The United States said Thursday that up to 900 ISIS group militants have been killed in the offensive to seize control again over Iraq’s Mosul, as camps around the city filled with fleeing civilians.
Iraqis who fled their homes expressed joy at escaping ISIS’s brutal rule as they were given shelter and assistance.
The offensive, launched on October 17, is seeing tens of thousands of Iraqi fighters advancing on Mosul from the south, east and north.
Backed with air and ground support from a U.S.-led coalition, federal forces allied with Kurdish peshmerga fighters have taken a string of towns and villages in a cautious but steady advance.
There are between 3,500 and 5,000 ISIS militants in Mosul and up to another 2,000 in the broader area, according to U.S. estimates.
The offensive has so far been concentrated in towns and villages around Mosul, with Iraqi forces later expected to breach city limits and engage ISIS in street-to-street fighting.
Families reunited -Aid workers have warned of a major humanitarian crisis when fighting begins in earnest for Mosul, where thousands have already been fleeing surrounding areas.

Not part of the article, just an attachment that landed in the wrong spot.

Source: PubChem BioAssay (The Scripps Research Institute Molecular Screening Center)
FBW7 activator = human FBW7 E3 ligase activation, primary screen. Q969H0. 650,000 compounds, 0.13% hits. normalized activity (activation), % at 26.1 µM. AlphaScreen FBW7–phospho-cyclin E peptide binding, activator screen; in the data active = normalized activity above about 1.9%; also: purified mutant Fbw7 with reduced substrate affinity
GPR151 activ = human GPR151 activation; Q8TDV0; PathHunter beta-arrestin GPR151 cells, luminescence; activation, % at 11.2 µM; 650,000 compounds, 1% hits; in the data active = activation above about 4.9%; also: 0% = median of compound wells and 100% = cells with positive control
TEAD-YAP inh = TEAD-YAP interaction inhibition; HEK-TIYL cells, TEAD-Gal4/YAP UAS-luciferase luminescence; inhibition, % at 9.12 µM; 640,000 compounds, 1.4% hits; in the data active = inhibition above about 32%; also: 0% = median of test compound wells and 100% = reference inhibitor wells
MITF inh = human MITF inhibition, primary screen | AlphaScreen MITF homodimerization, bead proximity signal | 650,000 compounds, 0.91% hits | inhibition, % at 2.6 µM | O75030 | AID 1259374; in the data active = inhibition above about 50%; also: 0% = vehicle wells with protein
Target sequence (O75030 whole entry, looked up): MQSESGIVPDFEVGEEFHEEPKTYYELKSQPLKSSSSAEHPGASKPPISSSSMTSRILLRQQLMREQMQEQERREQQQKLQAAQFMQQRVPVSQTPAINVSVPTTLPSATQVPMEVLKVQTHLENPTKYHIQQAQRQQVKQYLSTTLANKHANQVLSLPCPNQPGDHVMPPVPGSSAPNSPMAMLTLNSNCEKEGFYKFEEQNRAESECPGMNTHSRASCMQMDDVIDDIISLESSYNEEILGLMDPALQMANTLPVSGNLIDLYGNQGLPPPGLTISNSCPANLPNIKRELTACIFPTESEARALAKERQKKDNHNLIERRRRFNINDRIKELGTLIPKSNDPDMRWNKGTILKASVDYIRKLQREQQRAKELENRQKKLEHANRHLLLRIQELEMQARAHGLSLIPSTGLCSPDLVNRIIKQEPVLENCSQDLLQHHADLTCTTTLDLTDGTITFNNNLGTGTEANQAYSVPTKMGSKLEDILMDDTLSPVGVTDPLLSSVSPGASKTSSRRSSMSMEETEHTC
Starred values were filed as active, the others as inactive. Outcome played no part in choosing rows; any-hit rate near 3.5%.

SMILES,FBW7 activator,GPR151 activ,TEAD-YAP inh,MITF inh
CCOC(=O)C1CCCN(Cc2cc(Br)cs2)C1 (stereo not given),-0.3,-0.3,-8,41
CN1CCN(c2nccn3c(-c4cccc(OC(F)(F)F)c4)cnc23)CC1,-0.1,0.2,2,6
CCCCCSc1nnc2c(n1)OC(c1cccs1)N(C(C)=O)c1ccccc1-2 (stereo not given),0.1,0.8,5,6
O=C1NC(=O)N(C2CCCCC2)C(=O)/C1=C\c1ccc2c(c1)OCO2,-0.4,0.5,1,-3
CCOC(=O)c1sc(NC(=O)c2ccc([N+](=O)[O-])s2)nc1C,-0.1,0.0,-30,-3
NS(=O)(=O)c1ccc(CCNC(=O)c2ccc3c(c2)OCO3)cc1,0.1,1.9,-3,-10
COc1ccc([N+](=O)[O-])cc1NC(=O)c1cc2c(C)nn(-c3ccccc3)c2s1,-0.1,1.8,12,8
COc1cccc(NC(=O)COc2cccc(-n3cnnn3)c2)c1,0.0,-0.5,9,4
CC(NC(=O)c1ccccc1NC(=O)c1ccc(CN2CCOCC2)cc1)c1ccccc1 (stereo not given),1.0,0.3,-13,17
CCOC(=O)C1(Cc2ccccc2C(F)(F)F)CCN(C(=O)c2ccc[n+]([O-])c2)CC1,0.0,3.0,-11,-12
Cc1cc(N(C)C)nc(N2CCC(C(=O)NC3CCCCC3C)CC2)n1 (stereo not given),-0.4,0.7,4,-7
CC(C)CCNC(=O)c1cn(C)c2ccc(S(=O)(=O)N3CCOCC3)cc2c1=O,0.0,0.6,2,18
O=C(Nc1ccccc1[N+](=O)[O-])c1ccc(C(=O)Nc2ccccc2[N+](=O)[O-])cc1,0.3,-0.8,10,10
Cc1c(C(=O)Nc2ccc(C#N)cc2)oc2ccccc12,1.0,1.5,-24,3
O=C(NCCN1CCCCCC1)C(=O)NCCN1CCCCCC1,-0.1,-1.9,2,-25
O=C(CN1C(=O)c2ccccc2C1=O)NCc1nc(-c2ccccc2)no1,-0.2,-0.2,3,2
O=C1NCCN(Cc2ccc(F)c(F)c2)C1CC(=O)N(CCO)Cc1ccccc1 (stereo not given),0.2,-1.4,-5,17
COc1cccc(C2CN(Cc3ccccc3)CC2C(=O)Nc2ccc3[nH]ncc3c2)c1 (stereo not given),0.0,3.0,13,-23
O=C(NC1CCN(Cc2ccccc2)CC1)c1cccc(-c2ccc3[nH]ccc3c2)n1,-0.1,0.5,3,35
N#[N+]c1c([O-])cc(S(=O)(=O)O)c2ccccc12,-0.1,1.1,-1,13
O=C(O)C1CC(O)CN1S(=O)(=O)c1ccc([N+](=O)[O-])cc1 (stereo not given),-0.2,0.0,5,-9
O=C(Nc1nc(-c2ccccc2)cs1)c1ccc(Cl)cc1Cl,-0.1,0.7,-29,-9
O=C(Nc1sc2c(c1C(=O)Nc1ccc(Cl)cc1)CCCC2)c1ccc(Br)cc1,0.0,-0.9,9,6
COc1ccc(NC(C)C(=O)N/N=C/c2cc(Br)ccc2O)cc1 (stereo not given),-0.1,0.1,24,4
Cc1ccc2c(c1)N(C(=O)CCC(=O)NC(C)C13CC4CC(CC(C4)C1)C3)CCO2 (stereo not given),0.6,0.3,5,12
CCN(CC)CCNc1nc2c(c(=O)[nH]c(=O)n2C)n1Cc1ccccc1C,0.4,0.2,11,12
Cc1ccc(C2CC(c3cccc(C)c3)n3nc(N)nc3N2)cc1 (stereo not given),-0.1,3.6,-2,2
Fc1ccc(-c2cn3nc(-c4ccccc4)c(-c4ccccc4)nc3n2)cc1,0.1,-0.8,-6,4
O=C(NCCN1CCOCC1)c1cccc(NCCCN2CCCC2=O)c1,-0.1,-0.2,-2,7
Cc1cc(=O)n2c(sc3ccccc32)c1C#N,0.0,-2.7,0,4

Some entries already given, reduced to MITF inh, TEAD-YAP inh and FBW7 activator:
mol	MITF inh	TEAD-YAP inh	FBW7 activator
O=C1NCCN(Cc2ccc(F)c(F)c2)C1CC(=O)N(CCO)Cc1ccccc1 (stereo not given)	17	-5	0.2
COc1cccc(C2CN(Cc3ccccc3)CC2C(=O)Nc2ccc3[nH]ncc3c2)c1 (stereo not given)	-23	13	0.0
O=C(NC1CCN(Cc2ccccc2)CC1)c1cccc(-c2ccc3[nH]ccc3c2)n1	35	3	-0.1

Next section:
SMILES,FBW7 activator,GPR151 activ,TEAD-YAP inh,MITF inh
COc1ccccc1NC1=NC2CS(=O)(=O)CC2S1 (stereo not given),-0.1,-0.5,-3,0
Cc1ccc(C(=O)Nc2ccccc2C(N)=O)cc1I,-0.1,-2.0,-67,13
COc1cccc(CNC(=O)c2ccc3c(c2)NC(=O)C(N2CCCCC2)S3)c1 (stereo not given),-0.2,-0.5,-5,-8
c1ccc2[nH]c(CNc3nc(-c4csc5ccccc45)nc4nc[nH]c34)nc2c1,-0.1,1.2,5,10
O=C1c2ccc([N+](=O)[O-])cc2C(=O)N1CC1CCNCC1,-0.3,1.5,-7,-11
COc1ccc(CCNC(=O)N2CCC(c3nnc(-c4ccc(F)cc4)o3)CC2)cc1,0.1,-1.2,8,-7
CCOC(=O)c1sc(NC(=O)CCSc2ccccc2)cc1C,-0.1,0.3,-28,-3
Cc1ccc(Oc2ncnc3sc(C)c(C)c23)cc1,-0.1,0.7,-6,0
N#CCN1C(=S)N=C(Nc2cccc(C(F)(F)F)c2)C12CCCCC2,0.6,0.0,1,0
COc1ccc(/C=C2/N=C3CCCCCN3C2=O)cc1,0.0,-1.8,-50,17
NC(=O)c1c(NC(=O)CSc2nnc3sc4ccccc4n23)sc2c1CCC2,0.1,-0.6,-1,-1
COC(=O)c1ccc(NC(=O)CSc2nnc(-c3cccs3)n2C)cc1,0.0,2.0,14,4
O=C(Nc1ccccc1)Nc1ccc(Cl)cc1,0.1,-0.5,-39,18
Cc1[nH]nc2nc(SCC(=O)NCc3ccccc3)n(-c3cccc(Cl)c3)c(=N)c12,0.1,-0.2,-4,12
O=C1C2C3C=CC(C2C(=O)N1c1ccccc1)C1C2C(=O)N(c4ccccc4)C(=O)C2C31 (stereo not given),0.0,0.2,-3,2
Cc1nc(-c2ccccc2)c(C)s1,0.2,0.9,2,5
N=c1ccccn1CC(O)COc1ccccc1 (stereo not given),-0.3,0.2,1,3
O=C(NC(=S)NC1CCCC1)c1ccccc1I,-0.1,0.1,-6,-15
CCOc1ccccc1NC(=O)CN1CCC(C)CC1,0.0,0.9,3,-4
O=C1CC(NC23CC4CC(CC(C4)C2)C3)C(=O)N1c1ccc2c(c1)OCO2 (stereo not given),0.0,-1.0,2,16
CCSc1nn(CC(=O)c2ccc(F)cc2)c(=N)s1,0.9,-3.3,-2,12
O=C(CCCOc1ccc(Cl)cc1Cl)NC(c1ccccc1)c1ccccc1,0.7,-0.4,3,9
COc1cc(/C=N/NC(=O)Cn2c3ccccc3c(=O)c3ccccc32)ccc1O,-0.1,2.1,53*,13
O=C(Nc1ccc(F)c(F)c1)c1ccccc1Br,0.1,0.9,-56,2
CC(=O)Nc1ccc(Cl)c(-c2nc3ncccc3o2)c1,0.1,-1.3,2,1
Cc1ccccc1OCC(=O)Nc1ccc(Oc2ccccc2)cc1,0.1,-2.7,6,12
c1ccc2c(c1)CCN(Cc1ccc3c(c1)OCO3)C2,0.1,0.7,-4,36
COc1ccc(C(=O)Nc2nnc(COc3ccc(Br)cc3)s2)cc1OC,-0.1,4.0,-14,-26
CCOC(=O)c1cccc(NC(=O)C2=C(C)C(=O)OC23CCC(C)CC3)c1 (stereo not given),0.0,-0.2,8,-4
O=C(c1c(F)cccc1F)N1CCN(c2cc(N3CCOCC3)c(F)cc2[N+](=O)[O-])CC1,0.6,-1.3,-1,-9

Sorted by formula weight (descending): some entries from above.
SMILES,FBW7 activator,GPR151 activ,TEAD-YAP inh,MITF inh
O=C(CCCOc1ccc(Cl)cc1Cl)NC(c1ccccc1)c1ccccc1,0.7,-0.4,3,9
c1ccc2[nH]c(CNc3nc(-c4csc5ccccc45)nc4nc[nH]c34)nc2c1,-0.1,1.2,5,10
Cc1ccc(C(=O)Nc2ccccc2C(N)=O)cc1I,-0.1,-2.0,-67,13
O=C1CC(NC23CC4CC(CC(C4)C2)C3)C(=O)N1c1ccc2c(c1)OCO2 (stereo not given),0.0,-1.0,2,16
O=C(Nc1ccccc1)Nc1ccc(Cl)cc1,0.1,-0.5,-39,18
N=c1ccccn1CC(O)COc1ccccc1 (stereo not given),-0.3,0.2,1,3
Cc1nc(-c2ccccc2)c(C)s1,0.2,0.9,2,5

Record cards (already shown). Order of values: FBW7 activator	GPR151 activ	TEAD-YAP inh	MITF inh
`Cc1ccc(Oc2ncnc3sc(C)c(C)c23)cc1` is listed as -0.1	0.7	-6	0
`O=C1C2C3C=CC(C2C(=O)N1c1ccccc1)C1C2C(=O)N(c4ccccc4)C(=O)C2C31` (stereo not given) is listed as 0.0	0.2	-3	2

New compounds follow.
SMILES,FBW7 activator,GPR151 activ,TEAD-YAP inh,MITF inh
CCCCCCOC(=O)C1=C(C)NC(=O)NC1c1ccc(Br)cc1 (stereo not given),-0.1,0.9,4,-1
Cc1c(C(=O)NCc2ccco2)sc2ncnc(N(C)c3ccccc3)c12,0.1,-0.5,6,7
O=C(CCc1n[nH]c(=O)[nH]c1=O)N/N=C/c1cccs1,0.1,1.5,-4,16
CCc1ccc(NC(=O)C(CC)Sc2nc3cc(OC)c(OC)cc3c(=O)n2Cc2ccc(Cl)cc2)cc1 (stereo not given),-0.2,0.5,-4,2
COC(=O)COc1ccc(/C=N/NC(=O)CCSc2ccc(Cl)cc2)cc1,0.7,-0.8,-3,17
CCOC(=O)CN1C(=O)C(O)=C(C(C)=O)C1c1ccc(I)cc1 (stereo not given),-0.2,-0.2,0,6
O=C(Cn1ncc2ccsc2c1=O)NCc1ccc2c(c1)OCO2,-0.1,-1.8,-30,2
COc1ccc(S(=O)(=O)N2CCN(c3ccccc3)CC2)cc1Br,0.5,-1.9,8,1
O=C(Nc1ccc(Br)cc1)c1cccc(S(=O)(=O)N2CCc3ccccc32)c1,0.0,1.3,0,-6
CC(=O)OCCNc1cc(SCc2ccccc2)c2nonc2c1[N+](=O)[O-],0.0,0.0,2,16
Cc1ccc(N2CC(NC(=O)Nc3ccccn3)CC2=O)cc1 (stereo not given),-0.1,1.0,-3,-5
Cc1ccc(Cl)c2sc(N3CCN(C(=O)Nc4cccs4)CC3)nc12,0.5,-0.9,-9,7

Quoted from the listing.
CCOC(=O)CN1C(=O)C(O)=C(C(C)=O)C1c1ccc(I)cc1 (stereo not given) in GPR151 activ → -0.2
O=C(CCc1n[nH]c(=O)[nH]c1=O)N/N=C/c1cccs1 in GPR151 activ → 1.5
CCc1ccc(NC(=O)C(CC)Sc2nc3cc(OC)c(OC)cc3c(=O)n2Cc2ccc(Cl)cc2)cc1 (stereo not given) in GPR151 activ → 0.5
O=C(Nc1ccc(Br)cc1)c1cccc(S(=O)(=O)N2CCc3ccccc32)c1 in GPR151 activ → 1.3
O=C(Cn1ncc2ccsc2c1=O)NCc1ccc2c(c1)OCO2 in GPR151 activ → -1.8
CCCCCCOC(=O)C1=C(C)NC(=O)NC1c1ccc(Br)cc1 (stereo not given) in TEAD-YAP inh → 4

Iraq’s ministry of displacement and migration said Thursday that more than 11,700 people had been displaced since the operation began.
“There’s been quite a dramatic upturn in the last few days. As the Iraqi troops get closer to Mosul, more people are getting displaced, there are more populated areas,” said Karl Schembri, regional media adviser for the Norwegian Refugee Council.
At a camp in Khazir, about mid-way between Mosul and the Iraqi Kurdish capital Arbil, Massud Ismail Hassan said food and drinks and blankets will be distributed once all procedures are finished. One citizen, Saddam Dahham, who lived under ISIS control in a village near Mosul for more than two years, fled to Khazir with his wife and their three children.
“We were not allowed to smoke, to use phones, not allowed to watch TV and we had to let our beards grow long,” the 36-year-old said.
One of the first things he did after arriving at the camp was joyfully shave the “heavy thing dangling from my chin,” Dahham said.
“I’m finally going to resume a normal life,” the former truck driver said.